WASHINGTON — Scott Matheson opposed the MX missile system. Mike Leavitt cried foul over Grand Staircase-Escalante National Monument and Jon Huntsman Jr. railed against the Divine Strake nuclear test.
But just when it looked like Gov. Gary Herbert would have his own fight with the federal government — over the fate of two wilderness areas in southern Utah — he may have nipped it in the bud.
Herbert met Sunday in Washington with Secretary of the Interior Ken Salazar and secured a guarantee of local input before any decision on whether to designate the San Rafael Swell or Cedar Mesa as national monuments.
Salazar and undersecretary David Hayes plan to visit Utah in April to meet with Herbert's Balanced Resource Council, the governor said.
"This is a significant win for the people of Utah," Herbert said. "I'm pleased (Salazar) accepted my invitation."
An internal Interior Department document leaked last week lists 14 areas in Western states as "candidates for national monument designation" by President Barack Obama.
Among them are the San Rafael Swell, a 3,000-square-mile plateau mostly in Emery County, and Cedar Mesa, a 400-square-mile area of San Juan County noted for its Native American artifacts and ruins.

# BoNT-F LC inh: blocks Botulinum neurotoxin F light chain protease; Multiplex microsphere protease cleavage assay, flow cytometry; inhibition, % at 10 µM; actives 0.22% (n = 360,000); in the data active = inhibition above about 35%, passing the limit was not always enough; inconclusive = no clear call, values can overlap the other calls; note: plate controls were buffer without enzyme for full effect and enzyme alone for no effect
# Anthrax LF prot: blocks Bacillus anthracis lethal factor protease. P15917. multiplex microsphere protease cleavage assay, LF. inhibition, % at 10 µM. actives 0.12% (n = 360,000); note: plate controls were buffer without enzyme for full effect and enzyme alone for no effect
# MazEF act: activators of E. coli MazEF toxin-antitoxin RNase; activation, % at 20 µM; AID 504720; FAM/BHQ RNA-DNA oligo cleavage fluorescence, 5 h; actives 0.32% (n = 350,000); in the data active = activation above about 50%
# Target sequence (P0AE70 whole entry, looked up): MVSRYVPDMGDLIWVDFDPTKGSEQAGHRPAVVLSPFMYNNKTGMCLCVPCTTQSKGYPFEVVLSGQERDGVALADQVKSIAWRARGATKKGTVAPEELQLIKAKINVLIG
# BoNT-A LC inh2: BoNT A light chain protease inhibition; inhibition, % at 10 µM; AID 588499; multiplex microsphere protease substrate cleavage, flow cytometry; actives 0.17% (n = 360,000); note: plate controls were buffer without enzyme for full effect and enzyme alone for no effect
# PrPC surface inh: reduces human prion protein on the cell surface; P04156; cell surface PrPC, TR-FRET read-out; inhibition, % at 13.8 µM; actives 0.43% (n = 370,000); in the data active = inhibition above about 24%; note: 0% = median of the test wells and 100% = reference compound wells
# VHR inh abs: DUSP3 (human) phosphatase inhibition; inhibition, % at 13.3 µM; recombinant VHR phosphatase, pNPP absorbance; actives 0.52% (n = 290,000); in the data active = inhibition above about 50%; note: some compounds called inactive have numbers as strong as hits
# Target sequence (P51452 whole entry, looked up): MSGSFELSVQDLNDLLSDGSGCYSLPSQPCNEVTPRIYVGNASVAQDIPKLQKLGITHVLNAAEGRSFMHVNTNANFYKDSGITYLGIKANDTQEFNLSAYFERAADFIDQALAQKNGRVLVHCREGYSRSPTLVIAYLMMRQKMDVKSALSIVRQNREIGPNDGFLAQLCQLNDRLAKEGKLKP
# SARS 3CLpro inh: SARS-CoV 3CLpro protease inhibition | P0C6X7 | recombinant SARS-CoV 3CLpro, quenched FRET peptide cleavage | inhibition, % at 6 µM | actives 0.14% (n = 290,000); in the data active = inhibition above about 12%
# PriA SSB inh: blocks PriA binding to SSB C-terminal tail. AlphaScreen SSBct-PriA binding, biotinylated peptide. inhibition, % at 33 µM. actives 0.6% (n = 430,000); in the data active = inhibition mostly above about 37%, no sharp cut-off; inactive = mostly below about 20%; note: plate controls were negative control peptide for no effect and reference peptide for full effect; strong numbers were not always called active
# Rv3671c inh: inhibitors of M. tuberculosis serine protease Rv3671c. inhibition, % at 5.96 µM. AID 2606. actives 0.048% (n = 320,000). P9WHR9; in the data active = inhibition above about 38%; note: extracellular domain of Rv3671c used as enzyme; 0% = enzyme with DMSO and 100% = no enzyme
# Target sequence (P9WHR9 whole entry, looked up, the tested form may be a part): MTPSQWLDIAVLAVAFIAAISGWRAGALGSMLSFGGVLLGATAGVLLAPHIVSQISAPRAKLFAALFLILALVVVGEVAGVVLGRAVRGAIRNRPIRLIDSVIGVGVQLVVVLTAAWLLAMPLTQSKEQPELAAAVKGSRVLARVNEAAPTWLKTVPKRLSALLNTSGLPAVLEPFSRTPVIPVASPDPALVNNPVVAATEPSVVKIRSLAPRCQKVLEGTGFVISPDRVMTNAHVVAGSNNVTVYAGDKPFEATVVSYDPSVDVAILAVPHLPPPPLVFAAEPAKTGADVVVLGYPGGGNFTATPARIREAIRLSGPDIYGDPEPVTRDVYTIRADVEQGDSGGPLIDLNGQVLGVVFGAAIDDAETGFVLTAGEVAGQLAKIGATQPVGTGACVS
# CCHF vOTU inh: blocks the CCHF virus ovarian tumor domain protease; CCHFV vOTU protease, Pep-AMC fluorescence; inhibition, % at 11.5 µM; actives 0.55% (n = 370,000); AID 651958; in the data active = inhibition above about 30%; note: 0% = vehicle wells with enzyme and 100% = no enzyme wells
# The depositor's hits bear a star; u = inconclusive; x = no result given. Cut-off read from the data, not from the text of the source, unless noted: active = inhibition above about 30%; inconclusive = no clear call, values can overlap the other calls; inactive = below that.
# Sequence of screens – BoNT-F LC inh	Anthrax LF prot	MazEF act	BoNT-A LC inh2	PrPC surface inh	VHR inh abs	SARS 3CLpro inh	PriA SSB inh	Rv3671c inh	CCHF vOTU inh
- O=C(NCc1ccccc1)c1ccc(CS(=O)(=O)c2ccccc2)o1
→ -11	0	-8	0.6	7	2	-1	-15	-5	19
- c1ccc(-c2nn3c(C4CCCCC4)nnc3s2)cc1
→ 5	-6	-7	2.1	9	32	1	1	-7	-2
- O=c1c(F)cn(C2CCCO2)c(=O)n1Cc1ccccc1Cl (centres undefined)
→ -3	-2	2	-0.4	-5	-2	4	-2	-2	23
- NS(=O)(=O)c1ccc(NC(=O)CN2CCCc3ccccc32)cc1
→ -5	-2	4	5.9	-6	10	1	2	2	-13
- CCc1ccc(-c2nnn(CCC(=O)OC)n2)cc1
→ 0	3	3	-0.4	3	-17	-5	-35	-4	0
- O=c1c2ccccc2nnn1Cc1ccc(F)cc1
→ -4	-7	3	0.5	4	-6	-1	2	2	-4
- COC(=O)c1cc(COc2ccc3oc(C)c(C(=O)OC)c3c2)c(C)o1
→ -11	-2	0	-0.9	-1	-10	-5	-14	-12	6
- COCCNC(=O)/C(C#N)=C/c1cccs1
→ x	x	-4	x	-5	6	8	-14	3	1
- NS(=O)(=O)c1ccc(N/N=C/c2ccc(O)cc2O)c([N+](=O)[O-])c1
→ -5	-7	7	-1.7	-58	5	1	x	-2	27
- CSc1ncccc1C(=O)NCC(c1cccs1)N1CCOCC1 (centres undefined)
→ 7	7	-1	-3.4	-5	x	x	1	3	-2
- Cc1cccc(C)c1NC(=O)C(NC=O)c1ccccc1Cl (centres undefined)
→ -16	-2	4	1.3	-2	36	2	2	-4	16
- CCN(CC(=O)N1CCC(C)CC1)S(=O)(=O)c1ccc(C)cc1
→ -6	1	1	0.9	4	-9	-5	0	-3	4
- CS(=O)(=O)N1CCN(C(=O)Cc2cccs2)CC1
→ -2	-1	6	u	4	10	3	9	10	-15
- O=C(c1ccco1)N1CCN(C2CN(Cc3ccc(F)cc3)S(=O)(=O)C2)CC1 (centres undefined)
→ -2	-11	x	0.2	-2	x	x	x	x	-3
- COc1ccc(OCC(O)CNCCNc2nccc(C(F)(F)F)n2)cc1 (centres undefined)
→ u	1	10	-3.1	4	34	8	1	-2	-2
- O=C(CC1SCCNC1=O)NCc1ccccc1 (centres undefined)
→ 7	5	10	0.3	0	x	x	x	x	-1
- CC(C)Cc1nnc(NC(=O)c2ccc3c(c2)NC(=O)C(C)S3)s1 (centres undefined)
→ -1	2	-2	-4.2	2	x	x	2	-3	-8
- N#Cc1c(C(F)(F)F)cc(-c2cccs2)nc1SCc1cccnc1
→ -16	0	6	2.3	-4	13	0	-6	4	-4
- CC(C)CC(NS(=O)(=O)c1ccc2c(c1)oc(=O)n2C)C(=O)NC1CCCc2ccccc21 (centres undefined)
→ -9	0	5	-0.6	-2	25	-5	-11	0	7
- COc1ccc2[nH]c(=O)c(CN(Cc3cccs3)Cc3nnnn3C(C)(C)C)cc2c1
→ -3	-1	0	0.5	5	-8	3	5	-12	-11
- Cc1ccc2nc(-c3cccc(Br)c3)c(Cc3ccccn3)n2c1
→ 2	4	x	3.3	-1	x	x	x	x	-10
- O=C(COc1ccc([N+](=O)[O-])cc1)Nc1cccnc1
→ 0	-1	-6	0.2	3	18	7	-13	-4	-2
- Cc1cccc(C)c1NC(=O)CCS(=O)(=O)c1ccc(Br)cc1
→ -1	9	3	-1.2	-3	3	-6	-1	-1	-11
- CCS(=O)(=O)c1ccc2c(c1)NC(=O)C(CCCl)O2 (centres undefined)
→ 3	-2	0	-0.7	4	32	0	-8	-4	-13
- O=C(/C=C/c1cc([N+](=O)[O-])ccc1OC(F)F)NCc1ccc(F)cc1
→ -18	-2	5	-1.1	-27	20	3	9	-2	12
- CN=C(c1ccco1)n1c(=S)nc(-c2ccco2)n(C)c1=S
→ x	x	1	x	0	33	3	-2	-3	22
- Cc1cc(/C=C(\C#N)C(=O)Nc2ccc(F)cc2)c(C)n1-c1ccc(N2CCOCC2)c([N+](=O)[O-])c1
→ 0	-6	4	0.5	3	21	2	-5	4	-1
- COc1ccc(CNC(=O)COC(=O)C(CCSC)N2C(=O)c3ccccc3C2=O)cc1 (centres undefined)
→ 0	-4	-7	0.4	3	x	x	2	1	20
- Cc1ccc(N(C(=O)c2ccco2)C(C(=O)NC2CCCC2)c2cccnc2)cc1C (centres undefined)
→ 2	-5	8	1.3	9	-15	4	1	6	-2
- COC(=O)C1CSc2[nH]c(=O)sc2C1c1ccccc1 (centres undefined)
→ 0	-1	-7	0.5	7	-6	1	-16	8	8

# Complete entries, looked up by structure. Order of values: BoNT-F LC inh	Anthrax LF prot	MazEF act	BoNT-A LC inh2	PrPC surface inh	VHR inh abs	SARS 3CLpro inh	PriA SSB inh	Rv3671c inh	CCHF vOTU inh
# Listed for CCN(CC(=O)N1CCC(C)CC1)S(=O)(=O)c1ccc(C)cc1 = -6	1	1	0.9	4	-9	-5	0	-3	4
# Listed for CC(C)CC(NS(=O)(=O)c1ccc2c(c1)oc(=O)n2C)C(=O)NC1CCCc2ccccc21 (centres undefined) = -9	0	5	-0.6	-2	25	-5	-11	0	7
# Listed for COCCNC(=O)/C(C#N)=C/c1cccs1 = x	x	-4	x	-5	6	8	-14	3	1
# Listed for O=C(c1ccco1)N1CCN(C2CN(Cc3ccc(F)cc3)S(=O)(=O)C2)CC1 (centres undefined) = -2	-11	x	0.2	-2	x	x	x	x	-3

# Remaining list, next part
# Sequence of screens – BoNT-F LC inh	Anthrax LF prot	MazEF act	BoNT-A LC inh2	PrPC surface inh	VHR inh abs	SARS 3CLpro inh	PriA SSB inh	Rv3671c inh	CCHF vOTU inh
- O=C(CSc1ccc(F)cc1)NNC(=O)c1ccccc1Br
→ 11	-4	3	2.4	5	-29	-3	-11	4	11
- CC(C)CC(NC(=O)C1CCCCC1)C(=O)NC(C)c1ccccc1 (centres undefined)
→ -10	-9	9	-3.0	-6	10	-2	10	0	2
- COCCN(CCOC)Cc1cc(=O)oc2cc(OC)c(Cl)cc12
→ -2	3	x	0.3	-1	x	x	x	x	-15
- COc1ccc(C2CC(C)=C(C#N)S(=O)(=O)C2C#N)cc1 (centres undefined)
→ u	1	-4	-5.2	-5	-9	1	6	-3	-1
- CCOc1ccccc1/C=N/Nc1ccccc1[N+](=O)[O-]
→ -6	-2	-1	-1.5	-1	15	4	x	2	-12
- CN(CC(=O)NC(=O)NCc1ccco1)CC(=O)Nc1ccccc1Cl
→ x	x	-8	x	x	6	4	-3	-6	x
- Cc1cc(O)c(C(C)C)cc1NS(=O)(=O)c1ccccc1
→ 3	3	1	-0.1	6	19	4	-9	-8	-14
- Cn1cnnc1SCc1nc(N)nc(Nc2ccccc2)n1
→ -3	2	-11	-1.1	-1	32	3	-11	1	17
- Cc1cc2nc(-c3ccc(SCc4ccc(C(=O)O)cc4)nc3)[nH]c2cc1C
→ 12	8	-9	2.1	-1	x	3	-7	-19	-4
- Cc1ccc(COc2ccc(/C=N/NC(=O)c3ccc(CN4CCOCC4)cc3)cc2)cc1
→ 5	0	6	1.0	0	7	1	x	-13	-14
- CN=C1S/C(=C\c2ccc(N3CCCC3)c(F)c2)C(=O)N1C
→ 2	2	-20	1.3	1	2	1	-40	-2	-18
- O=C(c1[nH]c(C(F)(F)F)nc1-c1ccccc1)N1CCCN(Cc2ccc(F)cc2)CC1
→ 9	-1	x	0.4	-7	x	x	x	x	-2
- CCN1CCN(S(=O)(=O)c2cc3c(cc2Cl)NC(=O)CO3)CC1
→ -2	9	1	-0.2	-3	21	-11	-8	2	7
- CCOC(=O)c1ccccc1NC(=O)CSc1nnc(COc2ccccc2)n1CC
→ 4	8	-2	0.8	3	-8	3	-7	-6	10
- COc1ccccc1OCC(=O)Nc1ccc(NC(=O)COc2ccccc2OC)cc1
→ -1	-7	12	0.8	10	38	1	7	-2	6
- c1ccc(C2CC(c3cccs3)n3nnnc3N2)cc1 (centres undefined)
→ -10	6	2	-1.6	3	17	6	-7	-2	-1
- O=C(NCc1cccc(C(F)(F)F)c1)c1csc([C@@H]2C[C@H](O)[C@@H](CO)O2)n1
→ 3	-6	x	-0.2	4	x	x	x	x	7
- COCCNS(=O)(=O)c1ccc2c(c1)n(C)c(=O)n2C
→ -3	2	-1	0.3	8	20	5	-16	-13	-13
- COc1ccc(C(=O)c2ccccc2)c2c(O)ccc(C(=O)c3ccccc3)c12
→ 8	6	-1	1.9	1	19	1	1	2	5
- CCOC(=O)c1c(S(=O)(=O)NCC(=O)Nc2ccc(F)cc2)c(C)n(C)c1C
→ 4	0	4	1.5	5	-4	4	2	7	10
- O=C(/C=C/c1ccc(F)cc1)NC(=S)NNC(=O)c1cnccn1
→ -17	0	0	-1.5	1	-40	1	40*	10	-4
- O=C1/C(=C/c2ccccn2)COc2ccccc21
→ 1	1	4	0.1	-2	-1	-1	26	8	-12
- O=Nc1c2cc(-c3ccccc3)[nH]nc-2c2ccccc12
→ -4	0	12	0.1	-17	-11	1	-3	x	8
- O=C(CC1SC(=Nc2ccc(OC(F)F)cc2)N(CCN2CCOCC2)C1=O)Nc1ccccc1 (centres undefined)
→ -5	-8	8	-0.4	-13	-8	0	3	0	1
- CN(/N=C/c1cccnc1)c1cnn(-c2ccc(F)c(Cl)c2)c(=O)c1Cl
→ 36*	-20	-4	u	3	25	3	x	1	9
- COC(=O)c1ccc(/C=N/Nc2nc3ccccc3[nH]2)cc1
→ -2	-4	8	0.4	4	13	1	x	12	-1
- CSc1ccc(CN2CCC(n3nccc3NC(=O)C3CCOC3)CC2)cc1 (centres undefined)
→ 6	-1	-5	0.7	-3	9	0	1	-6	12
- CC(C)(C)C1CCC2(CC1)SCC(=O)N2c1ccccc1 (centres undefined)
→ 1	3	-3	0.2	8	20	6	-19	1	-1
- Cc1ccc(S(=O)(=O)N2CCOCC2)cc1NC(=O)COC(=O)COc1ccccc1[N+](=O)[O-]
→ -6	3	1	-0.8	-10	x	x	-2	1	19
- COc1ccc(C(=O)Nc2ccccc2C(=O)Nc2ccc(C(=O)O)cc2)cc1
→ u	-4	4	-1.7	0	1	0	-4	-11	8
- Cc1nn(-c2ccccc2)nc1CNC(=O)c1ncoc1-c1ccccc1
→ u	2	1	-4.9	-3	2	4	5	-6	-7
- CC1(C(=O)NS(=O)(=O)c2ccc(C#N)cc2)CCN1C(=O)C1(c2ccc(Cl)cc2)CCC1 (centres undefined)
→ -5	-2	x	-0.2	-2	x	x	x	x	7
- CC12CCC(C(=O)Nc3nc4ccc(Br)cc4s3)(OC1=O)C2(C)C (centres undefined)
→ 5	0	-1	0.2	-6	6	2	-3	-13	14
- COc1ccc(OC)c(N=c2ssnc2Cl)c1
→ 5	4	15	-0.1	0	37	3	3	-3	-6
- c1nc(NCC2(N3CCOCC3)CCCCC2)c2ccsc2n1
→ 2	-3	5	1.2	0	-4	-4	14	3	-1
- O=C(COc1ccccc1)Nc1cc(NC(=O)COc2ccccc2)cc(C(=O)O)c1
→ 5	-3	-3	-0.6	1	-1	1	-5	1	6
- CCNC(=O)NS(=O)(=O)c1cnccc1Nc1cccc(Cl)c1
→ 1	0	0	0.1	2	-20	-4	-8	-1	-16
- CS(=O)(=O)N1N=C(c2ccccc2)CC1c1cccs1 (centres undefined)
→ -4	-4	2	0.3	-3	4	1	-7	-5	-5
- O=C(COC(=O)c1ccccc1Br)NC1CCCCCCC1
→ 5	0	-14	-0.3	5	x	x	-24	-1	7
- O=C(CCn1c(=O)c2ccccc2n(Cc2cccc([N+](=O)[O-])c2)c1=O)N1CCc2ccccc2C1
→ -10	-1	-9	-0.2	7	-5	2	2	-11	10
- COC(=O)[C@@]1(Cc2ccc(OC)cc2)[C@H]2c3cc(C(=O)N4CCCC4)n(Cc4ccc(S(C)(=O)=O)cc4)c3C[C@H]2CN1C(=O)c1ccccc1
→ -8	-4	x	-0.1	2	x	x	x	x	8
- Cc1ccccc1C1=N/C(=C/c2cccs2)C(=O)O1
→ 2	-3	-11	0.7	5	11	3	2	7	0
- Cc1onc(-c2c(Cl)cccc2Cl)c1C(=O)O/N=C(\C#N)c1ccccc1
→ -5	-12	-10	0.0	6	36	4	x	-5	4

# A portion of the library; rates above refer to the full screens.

The Antiquities Act of 1906 gives presidents the authority to create national monuments without the approval of Congress.
Herbert said he told Salazar: "Please pardon our paranoia in Utah because of what we were told before."
The state's congressional delegation and other elected officials have condemned the planning process, saying it recalls the stealth creation of the Grand Staircase-Escalante National Monument in 1996.
"(Salazar) assured me that would not happen," Herbert said. "We want to work together (with the federal government). There should not be this kind of adversarial mentality."
The Interior Department has said the document merely reflects "brainstorming discussions" with the Bureau of Land Management. Herbert said he is not supporting or opposing the designation of the areas as national monuments but is primarily concerned about the process.
Environmental groups have hailed the possibility of protecting more wild land, but local officials say the areas, already used for grazing and potential sites of significant coal and oil development, are vital to their economy.
"People are a little bit on edge, and I understand the emotion that's behind it," said Herbert, who attended the meeting along with several other Western governors.
"Lots of us are concerned that the federal government is starting to encroach well beyond what its role was envisioned to be, and we're starting to see pushback," he said.
Some of that pushback could come this week, as Herbert weighs whether to sign a bill that would exempt Utah from certain federal firearms regulations.
Meanwhile, state Rep. Mike Noel, R-Kanab, who has proposed legislation promoting local control over wilderness areas, will hold a "Take Back Utah Rally" 1 p.m. Tuesday at the state Capitol to advocate "multiuse" of public lands.